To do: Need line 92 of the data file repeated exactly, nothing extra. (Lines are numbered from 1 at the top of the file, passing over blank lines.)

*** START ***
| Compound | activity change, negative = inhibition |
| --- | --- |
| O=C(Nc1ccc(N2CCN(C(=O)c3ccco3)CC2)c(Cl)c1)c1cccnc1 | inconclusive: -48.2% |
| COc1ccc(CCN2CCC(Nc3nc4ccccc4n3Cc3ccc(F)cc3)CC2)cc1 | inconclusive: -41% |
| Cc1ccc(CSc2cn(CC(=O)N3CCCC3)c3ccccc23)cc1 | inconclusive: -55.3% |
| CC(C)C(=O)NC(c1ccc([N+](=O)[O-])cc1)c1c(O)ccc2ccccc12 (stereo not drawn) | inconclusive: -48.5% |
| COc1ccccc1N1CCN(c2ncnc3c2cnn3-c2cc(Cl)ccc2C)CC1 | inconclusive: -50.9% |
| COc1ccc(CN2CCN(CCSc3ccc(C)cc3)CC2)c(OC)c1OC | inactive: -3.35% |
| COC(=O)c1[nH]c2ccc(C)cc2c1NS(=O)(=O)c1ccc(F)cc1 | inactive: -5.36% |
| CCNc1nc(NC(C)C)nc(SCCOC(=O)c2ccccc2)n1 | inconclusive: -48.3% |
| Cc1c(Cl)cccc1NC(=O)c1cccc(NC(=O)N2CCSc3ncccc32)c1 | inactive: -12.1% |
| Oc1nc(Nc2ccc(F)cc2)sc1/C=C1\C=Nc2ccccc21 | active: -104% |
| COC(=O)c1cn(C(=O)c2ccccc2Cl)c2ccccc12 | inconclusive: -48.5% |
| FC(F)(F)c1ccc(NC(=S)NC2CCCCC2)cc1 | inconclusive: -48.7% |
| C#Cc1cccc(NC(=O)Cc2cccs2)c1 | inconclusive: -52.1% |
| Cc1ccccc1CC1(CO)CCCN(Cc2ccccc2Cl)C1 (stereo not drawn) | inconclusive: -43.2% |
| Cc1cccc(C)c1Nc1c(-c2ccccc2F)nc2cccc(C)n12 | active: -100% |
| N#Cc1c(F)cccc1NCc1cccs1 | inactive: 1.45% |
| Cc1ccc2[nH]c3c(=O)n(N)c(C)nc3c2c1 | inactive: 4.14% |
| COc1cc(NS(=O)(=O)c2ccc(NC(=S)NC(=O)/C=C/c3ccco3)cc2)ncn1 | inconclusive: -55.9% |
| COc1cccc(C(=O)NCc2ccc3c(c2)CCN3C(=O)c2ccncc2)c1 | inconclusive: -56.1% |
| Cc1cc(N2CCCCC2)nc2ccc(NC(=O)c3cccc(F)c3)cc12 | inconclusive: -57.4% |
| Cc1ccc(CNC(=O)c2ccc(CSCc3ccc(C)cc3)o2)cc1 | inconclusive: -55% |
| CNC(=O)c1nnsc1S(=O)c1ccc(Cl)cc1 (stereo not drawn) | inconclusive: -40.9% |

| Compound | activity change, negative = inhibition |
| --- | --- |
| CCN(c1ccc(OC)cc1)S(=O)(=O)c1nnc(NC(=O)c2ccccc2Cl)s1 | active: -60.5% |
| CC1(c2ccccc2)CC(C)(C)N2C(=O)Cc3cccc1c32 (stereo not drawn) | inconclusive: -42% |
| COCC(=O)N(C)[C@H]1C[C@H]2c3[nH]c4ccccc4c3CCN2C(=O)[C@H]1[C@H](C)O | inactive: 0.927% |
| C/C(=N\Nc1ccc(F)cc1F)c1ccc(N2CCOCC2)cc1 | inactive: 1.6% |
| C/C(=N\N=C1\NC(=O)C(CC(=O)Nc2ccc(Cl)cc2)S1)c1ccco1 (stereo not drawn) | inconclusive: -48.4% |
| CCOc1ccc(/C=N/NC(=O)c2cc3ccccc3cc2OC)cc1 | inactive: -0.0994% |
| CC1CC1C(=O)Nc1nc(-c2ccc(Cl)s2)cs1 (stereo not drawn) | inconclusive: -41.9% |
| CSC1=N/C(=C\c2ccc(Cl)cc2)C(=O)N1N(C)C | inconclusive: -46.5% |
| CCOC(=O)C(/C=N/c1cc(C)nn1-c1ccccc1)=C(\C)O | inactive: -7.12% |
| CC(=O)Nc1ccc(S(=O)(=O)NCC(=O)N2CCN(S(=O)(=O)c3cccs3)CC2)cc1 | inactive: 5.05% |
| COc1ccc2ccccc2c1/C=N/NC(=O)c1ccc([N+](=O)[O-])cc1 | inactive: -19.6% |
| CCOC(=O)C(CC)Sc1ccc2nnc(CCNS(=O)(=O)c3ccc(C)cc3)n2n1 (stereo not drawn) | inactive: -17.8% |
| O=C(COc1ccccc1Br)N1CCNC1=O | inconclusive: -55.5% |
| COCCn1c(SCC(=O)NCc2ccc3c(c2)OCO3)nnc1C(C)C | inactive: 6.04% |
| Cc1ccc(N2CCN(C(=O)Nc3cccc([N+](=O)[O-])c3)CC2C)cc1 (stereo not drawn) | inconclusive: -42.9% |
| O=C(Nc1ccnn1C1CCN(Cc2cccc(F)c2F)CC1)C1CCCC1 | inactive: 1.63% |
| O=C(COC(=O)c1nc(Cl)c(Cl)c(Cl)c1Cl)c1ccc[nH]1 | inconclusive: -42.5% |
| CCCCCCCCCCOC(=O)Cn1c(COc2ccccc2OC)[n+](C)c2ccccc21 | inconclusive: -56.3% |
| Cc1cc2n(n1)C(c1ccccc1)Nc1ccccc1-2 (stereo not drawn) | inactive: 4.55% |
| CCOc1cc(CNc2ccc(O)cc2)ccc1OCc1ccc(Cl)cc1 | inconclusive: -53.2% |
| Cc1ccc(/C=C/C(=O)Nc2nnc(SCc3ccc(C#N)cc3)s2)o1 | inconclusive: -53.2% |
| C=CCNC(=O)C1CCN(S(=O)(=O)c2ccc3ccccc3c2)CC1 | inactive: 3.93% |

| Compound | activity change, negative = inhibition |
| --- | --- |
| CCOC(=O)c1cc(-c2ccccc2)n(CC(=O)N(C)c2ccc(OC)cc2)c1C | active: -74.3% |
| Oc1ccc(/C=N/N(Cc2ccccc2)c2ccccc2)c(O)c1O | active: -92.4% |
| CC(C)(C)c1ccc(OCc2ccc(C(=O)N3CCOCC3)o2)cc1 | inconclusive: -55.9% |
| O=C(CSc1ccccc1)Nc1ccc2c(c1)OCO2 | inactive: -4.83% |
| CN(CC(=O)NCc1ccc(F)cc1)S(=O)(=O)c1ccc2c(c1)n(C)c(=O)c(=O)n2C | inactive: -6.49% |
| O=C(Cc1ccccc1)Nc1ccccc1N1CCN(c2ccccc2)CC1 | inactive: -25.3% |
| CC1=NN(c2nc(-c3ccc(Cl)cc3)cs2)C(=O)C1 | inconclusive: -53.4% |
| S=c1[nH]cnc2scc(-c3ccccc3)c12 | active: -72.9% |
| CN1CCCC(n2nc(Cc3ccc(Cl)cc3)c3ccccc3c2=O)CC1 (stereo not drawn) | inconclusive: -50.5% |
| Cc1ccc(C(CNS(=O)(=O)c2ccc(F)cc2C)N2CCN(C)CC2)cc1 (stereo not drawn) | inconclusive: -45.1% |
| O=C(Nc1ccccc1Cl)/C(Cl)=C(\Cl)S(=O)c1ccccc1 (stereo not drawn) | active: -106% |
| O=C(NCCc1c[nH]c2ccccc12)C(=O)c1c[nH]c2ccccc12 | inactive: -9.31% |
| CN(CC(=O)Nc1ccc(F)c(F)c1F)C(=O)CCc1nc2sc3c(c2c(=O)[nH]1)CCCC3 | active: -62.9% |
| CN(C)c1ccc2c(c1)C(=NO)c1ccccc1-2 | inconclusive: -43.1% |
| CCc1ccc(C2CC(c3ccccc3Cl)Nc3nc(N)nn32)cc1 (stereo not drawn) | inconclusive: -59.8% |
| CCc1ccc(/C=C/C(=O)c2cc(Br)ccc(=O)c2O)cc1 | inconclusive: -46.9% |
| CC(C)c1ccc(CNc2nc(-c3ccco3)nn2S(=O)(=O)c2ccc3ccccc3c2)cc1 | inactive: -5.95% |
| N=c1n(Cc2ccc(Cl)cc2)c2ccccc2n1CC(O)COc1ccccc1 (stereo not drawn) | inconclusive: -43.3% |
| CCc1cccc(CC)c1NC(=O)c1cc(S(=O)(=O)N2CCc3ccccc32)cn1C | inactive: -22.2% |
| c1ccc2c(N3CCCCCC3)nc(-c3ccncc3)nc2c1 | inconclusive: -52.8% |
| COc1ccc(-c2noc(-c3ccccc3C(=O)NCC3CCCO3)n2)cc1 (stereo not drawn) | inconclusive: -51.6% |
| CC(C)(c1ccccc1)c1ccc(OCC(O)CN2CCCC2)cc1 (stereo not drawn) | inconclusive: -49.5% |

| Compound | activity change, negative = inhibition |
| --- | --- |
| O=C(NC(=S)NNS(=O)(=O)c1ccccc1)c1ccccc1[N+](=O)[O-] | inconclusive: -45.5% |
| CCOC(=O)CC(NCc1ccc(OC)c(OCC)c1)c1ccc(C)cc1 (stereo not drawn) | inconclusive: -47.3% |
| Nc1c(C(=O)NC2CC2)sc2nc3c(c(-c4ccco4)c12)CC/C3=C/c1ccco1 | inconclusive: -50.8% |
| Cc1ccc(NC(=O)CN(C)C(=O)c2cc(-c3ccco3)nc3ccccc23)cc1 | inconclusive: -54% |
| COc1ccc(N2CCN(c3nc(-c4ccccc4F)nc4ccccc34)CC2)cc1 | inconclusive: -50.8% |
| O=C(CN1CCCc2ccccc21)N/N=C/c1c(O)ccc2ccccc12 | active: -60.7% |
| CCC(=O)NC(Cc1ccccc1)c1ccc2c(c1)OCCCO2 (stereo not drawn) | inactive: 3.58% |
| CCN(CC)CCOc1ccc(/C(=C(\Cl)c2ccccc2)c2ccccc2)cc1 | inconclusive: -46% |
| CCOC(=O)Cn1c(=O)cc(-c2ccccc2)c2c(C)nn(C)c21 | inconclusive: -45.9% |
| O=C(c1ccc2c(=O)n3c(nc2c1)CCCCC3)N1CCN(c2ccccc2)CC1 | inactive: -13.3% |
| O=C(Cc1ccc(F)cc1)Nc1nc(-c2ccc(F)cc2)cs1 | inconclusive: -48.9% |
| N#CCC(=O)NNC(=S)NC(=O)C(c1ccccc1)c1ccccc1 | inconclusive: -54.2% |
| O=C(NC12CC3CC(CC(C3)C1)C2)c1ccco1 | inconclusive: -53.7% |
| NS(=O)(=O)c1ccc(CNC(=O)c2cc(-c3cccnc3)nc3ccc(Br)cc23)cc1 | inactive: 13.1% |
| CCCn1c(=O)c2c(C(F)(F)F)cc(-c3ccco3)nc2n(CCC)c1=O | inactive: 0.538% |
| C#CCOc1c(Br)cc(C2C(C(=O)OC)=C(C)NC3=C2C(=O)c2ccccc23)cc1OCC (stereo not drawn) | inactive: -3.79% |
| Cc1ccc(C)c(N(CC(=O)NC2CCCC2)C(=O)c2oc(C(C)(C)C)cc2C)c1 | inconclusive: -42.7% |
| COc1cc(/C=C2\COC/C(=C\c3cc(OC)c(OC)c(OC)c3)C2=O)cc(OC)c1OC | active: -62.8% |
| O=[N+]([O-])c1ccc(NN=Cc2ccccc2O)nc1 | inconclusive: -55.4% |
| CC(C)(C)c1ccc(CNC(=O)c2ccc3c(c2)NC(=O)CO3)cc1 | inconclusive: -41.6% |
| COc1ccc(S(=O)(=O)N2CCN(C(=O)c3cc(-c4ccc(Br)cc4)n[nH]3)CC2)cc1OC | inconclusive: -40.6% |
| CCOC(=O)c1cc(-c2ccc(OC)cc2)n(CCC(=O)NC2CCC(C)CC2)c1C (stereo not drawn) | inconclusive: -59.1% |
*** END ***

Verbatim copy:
| COc1cc(/C=C2\COC/C(=C\c3cc(OC)c(OC)c(OC)c3)C2=O)cc(OC)c1OC | active: -62.8% |